A User's Guide
A much-revised and expanded version of this on-line guide, with hundreds of added examples.
Verbal means “related to words”; a written agreement is just as verbal as an oral one. People increasingly use it as the opposite of “written,” but there's still a band of brave souls who resist it. If you mean something spoken, use oral. Samuel Goldwyn ignored this distinction in his quip, “A verbal agreement isn't worth the paper it's written on.”
A verb is a part of speech that shows action or a state of being. Some examples: talk, worry, demonstrate, exist, calibrate, and be.
Note that English is flexible enough to allow many words or phrases to operate as verbs, though most of the new coinages are still considered informal, and a lot of them won't show up in most dictionaries. The noun pants, for instance, can become a verb meaning “to pull someone's pants down” (usually as a prank); to gift (meaning “to give a gift”) was popular some years ago (and became fashionable again when Seinfeld coined the verb to re-gift); businessfolk are fond of verbs like to transition to to liaise. I find most of the businessy ones ugly as sin, but they don't violate any “rules.”
If you spot a verb “in the wild,” you can classify it according to a number of categories:
A comprehensive description of a verb would include something on all these categories. Here are the first two sentences of Moby-Dick, with more or less full descriptions of the main verbs (which I've italicized) in each clause:
Call me Ishmael.
Call is the imperative of an active and transitive verb. In English we don't distinguish person, number, or aspect of imperatives, though some languages do.
Some years ago — never mind how long precisely — . . .
. . . having little or no money in my purse . . .
Having is the present participle of the active, indicative, transitive verb to have; the present participle indicates a continuing aspect.
. . . and nothing particular to interest me on shore . . .
The infinitive, usually (but not always) spotted by the accompanying particle to. To interest is an active and transitive verb.
. . . I thought . . .
First person, singular, past tense, active voice, intransitive, completed aspect, indicative mood.
. . . I would sail about a little and see the watery part of the world.
Here the verbs are would sail and [would] see: First person, singular, indicative, future tense, active voice, transitive, continuous aspect, subjunctive mood. (Whew!)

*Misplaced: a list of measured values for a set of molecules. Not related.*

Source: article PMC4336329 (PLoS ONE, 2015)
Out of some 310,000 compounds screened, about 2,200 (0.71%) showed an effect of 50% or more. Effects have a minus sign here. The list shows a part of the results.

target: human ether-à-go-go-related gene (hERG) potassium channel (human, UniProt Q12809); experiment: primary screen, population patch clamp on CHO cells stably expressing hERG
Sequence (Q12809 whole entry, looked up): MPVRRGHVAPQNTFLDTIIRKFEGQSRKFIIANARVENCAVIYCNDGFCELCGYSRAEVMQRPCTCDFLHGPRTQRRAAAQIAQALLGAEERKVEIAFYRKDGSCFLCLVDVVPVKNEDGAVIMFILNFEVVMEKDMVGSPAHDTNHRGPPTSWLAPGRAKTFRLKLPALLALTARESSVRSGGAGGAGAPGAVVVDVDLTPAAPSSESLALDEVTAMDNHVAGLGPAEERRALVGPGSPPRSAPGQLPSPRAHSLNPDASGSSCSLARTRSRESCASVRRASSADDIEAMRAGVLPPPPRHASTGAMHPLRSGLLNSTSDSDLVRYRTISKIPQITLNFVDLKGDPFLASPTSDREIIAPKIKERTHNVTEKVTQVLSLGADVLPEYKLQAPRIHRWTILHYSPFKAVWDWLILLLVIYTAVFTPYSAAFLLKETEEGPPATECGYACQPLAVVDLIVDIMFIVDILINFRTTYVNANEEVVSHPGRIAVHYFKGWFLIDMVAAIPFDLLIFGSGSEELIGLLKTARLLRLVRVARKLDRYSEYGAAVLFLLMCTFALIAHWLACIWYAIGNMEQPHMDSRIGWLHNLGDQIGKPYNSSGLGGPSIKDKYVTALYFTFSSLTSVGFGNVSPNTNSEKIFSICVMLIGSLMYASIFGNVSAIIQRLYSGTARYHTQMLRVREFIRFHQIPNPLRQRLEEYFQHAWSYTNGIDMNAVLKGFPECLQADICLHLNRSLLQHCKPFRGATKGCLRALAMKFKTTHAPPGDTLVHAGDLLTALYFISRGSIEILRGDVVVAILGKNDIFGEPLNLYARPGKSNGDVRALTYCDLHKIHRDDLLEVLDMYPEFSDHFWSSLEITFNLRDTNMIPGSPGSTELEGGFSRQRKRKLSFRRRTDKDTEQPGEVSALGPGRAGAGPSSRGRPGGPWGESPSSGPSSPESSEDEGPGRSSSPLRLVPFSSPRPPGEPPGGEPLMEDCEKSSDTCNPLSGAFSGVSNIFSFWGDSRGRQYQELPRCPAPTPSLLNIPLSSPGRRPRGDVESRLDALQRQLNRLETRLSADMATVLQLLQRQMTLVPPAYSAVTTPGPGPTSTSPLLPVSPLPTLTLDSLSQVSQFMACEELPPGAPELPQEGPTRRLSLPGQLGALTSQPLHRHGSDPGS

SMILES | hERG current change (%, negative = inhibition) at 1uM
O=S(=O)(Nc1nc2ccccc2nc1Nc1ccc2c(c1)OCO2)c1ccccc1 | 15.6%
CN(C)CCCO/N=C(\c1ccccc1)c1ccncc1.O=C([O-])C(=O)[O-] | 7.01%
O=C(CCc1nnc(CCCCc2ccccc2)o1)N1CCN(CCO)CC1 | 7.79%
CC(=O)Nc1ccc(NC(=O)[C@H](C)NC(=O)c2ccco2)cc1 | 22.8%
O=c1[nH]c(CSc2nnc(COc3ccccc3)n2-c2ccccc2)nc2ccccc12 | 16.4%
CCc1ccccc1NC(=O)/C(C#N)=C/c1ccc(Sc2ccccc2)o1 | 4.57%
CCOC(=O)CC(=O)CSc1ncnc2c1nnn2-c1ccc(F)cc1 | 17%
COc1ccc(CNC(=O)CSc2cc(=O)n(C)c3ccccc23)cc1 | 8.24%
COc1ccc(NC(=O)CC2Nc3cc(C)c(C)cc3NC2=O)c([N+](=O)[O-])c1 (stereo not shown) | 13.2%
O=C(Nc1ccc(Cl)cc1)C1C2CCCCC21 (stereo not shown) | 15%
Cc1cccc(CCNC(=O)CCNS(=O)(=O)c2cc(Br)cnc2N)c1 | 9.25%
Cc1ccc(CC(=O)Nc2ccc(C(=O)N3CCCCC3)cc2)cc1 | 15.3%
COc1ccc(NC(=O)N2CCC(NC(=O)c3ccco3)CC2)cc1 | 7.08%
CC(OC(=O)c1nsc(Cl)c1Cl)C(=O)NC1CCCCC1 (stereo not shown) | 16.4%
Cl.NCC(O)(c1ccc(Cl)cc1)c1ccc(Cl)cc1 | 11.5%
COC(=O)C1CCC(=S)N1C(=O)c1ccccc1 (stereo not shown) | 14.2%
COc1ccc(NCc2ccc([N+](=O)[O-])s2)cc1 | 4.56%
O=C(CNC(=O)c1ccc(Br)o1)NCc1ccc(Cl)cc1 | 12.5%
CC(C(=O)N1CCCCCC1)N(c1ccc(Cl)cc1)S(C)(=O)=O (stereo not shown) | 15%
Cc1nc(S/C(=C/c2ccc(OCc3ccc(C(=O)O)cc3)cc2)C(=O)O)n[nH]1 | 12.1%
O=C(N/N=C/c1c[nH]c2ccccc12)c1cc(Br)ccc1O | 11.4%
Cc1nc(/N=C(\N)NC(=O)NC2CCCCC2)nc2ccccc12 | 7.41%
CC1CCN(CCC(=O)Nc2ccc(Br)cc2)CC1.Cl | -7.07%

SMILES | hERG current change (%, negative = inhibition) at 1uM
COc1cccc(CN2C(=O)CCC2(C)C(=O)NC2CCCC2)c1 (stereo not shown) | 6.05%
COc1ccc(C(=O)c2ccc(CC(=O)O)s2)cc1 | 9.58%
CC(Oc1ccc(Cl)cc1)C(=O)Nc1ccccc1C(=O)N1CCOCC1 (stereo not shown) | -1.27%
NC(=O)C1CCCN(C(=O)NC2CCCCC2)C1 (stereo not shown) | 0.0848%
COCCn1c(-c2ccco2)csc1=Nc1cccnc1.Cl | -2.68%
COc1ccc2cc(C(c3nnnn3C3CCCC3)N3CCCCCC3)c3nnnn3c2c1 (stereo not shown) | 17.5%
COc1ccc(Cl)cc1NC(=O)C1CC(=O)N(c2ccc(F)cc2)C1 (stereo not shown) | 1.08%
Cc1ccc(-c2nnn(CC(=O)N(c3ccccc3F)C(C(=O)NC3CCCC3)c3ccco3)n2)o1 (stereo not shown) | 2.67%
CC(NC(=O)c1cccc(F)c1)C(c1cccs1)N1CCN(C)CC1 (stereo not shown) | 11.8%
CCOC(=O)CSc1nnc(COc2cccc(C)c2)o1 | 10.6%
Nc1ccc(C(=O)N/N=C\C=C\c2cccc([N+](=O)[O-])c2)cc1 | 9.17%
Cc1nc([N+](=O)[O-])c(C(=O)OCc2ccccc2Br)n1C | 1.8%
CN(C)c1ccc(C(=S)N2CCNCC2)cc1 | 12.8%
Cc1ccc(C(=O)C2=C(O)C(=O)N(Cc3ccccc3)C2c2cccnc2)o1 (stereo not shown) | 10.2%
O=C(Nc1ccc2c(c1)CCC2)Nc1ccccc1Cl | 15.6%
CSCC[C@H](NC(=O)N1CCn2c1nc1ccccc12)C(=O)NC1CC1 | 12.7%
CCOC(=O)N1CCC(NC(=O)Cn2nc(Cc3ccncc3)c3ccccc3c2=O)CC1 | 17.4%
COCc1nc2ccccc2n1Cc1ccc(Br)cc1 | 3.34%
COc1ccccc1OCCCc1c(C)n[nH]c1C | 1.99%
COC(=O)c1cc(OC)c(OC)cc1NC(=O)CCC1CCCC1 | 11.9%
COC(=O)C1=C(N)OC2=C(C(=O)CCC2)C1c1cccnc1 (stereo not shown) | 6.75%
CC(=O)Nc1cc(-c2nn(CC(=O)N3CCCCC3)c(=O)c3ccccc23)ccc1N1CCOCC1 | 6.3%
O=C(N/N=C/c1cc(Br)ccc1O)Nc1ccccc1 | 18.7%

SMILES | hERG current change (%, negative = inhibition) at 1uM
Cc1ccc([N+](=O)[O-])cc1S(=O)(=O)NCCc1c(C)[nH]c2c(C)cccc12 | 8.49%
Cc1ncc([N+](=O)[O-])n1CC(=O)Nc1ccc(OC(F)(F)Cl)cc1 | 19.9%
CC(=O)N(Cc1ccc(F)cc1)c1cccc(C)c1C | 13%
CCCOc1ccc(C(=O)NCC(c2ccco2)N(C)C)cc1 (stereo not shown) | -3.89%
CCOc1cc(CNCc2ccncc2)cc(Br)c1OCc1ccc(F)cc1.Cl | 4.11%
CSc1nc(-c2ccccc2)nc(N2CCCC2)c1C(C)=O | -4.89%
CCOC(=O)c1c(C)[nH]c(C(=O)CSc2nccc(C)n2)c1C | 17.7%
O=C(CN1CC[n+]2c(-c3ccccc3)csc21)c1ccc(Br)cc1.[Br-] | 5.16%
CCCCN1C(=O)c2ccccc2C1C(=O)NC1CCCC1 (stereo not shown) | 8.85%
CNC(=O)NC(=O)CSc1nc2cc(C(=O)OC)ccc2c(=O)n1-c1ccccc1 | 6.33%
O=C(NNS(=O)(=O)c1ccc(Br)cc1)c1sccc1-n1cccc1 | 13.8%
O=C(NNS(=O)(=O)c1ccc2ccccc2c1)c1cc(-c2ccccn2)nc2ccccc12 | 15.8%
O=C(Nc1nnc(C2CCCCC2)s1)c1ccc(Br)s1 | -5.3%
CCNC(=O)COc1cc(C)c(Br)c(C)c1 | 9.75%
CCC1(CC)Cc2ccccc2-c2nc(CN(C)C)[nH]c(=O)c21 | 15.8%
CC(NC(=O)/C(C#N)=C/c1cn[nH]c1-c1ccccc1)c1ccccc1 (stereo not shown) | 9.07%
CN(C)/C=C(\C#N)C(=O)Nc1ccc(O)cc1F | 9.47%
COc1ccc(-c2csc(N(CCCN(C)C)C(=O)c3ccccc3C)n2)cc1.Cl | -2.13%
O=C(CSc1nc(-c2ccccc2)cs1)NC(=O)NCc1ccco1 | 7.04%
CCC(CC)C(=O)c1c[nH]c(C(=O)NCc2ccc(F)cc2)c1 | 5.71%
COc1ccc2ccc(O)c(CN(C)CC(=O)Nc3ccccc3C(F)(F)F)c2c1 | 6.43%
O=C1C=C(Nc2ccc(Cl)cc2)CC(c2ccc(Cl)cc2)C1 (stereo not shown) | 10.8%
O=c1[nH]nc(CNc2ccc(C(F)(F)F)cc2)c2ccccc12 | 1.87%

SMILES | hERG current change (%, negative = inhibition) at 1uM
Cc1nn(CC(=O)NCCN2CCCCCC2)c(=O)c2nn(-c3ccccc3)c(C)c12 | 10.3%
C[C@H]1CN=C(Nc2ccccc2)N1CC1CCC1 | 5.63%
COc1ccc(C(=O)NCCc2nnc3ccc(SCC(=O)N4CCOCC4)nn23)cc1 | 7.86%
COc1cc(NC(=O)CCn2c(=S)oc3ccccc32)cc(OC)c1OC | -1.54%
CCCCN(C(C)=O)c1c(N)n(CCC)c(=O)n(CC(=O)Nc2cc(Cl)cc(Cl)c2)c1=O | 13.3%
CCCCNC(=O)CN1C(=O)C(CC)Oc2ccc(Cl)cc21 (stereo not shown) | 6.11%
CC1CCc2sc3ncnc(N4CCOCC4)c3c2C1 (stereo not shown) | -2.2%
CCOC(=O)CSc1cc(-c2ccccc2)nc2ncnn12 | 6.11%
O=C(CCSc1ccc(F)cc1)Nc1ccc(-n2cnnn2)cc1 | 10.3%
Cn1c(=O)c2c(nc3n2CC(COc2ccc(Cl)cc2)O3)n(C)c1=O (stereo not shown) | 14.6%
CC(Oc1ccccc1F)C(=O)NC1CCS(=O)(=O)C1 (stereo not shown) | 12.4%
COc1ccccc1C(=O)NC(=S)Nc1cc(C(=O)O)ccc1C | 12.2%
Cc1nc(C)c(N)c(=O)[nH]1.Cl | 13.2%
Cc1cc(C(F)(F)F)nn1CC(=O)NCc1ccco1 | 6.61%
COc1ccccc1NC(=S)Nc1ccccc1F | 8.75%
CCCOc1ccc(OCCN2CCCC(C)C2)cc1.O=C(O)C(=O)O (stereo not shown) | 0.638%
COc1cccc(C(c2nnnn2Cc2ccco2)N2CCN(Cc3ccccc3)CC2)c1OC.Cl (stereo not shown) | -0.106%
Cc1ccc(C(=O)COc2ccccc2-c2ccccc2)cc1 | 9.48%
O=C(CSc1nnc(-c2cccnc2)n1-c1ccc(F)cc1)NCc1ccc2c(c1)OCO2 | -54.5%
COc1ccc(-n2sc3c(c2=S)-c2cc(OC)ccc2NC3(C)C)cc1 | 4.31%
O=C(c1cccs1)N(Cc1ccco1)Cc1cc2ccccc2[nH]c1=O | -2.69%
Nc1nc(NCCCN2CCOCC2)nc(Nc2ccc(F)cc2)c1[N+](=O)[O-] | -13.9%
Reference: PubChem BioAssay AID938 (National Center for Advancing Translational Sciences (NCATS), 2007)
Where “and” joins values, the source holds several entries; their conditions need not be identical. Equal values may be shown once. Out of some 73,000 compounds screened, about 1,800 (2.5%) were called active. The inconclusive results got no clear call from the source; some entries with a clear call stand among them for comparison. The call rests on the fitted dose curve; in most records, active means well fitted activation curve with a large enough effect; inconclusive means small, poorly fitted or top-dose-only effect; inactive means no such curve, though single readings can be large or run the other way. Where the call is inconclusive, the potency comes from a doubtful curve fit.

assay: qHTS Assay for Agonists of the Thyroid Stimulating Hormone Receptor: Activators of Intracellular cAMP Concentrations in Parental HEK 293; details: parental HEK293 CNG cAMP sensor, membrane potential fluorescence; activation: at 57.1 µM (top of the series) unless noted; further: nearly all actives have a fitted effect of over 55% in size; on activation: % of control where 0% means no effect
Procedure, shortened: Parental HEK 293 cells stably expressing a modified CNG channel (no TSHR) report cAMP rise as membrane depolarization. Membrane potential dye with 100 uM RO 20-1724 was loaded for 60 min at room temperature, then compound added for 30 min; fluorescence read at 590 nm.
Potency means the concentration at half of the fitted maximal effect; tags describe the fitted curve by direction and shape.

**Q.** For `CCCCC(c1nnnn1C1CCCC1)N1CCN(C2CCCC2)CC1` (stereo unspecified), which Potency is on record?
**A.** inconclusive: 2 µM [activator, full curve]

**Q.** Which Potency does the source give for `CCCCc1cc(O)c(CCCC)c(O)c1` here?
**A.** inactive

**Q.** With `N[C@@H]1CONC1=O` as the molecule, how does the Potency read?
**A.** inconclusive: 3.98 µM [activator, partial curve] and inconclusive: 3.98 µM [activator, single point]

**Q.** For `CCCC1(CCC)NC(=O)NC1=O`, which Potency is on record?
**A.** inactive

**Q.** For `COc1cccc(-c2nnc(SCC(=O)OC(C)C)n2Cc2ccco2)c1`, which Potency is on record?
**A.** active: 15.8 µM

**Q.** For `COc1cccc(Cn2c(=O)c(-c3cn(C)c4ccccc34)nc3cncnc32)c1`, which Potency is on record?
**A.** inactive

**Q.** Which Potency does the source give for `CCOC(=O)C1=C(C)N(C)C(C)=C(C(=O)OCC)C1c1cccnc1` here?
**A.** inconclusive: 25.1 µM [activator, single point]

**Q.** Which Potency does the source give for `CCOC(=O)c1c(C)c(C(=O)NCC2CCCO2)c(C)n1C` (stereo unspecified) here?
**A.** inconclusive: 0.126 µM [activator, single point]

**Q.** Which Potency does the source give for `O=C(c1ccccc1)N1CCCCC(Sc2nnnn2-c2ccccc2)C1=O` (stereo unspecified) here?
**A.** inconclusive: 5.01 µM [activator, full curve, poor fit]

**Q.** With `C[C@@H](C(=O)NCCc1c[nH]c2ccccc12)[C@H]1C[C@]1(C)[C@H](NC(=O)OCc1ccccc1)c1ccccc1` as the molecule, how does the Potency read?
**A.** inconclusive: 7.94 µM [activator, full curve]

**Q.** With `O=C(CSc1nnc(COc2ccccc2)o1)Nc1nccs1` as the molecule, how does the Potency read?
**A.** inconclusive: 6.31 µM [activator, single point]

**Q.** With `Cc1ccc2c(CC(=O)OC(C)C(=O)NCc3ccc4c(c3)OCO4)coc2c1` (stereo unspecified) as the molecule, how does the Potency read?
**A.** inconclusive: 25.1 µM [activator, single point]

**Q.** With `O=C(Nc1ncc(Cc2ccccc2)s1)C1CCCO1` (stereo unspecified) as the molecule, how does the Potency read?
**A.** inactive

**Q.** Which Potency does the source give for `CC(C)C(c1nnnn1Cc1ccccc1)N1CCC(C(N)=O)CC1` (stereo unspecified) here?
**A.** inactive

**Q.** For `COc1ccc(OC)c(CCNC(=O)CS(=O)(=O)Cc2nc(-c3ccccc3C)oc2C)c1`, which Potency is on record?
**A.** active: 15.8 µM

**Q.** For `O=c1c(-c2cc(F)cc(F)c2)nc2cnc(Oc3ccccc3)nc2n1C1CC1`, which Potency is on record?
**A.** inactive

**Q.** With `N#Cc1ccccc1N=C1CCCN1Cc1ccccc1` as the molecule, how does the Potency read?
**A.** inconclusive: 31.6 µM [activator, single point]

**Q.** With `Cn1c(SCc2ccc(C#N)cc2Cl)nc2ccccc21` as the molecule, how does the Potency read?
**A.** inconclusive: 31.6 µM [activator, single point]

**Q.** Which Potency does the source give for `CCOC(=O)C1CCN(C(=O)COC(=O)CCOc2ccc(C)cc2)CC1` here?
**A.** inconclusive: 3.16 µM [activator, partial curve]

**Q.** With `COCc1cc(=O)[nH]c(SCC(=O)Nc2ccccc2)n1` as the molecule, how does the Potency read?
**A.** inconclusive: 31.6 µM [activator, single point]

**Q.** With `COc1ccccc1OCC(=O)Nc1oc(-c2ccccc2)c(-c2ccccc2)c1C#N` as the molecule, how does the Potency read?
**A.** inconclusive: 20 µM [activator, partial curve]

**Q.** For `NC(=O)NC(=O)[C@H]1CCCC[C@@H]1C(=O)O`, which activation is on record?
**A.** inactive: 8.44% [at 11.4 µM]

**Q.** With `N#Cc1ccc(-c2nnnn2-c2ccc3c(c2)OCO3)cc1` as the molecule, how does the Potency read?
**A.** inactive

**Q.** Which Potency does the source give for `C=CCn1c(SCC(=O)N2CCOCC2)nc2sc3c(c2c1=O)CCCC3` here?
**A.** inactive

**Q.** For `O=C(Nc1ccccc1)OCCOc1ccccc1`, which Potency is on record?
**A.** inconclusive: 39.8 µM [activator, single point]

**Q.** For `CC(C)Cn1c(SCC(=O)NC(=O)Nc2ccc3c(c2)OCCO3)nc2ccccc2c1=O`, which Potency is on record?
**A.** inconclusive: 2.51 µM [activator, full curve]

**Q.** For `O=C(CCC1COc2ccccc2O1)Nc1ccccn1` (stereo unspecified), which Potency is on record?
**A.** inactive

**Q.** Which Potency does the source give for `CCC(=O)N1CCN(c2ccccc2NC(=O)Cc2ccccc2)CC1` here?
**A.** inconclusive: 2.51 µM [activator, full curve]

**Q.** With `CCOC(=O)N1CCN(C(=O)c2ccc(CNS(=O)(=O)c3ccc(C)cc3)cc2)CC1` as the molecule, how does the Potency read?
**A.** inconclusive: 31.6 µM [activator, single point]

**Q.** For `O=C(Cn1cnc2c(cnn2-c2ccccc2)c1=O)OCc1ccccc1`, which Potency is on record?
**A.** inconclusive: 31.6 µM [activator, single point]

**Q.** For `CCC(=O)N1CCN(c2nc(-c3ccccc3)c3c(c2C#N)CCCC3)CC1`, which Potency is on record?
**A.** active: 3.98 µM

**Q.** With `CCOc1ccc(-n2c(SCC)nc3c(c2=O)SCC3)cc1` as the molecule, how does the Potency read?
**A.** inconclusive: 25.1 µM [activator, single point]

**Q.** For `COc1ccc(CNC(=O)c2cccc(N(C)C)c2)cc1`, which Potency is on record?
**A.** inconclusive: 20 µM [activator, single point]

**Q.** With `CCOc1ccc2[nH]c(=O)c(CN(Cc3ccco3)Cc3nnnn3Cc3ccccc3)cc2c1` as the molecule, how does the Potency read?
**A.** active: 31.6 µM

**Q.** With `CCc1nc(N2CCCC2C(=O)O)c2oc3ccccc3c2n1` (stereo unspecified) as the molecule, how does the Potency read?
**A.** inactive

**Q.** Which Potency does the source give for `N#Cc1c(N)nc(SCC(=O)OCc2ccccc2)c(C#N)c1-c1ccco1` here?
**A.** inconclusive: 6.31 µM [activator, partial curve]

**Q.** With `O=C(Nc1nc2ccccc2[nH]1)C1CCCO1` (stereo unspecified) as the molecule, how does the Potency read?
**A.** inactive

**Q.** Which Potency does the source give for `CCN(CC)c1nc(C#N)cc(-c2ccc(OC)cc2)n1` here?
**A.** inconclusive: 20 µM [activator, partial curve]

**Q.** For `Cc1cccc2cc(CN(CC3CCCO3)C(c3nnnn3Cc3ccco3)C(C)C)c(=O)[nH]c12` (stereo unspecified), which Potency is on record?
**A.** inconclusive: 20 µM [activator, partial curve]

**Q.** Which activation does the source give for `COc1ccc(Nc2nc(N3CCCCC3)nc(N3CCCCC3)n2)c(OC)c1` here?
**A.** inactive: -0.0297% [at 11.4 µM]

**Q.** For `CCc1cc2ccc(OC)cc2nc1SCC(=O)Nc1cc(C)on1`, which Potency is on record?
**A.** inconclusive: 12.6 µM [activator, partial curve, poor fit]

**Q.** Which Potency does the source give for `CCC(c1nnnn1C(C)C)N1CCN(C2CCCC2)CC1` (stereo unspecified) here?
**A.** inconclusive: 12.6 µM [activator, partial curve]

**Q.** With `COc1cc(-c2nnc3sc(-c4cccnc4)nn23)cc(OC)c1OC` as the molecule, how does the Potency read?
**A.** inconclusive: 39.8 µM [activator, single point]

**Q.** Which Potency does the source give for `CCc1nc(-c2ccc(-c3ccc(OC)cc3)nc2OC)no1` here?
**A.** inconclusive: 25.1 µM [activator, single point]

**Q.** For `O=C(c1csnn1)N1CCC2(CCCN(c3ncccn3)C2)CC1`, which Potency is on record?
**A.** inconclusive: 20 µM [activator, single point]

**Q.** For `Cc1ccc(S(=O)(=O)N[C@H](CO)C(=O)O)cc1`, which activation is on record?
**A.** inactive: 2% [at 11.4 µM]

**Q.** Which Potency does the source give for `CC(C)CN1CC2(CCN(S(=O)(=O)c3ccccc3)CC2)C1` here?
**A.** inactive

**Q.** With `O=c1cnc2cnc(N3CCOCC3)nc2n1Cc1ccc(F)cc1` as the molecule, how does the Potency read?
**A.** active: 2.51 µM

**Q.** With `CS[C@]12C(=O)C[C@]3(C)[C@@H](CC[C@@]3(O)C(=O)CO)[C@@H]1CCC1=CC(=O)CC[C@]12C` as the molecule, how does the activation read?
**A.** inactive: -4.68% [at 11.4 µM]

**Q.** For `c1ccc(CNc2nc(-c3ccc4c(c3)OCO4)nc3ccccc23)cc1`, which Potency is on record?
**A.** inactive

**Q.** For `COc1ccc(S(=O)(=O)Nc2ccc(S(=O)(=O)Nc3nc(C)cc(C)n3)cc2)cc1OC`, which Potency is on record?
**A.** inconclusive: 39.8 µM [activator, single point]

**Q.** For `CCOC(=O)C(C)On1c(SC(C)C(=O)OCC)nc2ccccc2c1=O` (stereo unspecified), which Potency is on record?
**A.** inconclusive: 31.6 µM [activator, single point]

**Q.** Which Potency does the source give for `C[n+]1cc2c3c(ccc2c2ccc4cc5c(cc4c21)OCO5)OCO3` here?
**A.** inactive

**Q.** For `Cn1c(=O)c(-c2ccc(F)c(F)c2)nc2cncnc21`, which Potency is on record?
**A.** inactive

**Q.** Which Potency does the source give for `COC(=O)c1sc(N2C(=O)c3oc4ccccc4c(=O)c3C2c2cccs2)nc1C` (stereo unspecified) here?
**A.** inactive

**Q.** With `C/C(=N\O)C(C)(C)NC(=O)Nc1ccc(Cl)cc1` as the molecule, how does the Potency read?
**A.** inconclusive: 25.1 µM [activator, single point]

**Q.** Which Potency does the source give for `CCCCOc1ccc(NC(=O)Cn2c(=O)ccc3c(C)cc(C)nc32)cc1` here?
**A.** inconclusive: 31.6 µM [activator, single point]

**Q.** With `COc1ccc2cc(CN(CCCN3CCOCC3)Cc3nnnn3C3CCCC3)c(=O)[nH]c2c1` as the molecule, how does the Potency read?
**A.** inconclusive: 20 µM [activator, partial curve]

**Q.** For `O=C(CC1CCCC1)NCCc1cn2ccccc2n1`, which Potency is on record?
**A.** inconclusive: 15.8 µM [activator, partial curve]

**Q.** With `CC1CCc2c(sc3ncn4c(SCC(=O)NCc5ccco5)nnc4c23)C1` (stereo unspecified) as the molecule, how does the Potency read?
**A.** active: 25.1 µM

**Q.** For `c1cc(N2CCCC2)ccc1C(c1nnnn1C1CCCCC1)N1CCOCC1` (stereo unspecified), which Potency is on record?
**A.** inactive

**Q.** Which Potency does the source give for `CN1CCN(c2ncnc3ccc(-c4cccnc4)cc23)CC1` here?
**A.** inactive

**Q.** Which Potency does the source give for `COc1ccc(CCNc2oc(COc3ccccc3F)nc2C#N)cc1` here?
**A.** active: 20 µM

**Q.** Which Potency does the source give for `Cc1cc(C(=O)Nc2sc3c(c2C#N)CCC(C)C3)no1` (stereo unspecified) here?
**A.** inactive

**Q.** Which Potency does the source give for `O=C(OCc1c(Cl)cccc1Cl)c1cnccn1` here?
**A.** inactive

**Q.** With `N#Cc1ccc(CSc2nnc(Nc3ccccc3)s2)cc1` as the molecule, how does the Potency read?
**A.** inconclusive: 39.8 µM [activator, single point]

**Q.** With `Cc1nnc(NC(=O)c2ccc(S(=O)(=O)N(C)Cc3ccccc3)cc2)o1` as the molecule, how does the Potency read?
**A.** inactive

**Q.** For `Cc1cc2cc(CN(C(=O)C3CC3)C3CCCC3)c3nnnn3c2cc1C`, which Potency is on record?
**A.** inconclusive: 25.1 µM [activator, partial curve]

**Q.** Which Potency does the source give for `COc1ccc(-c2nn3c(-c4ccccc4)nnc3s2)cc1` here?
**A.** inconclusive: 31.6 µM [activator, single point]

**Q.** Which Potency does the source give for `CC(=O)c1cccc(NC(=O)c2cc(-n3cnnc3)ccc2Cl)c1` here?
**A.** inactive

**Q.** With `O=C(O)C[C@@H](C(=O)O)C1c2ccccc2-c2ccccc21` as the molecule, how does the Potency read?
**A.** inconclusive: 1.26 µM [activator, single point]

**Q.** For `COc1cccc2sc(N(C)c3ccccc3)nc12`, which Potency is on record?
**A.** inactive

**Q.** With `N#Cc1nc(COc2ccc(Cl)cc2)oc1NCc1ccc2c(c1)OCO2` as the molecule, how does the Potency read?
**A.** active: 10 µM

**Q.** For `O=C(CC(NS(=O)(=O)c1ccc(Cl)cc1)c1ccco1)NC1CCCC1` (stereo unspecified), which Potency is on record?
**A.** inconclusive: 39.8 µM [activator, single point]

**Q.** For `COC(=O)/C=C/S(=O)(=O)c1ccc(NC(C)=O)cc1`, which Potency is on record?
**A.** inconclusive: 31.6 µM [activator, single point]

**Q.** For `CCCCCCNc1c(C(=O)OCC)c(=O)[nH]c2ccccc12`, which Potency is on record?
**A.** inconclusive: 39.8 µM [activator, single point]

The only people who routinely have to break down verbs this obsessively are those learning a foreign language. And I've made no effort to define things precisely; linguists still wrangle over the finer points, and I'm simply not qualified to give the final word on anything. Still, this should offer you a basic understanding of what's going on, and give you the vocabulary to discuss verbs in more detail should you want to do that.
See also Action Verbs, Linking Verbs, and Transitive versus Intransitive Verbs. [Entry added 21 Dec. 2004.]
See Wasted Words.
Having a large vocabulary can never hurt, but you should use your energy wisely. Though knowing words like obnubilate, hebetic, and tergiversation can make you the envy of your crossword-puzzle-playing friends, in writing you'll get more mileage out of knowing the precise meaning of more common words. Can you distinguish climatic from climactic? — tortuous from torturous? — incredible from incredulous? — turgid from turbid? They're very different, but often confused. For a good guide, to these pairs and others, see Maxwell Nurnberg in the “Additional Reading” section.
Don't use obscure words just because you can; ostentation leads only to obfuscation. Using mirific where amazing or wonderful will do is just showing off and intimidating your audience. See also Long Words.
Voice is a technical term in grammar to describe a verb: the common voices in English are active and passive. Voice describes whether the subject of a sentence is acting or being acted upon. See Passive Voice for details. [Entry added 9 April 2001.]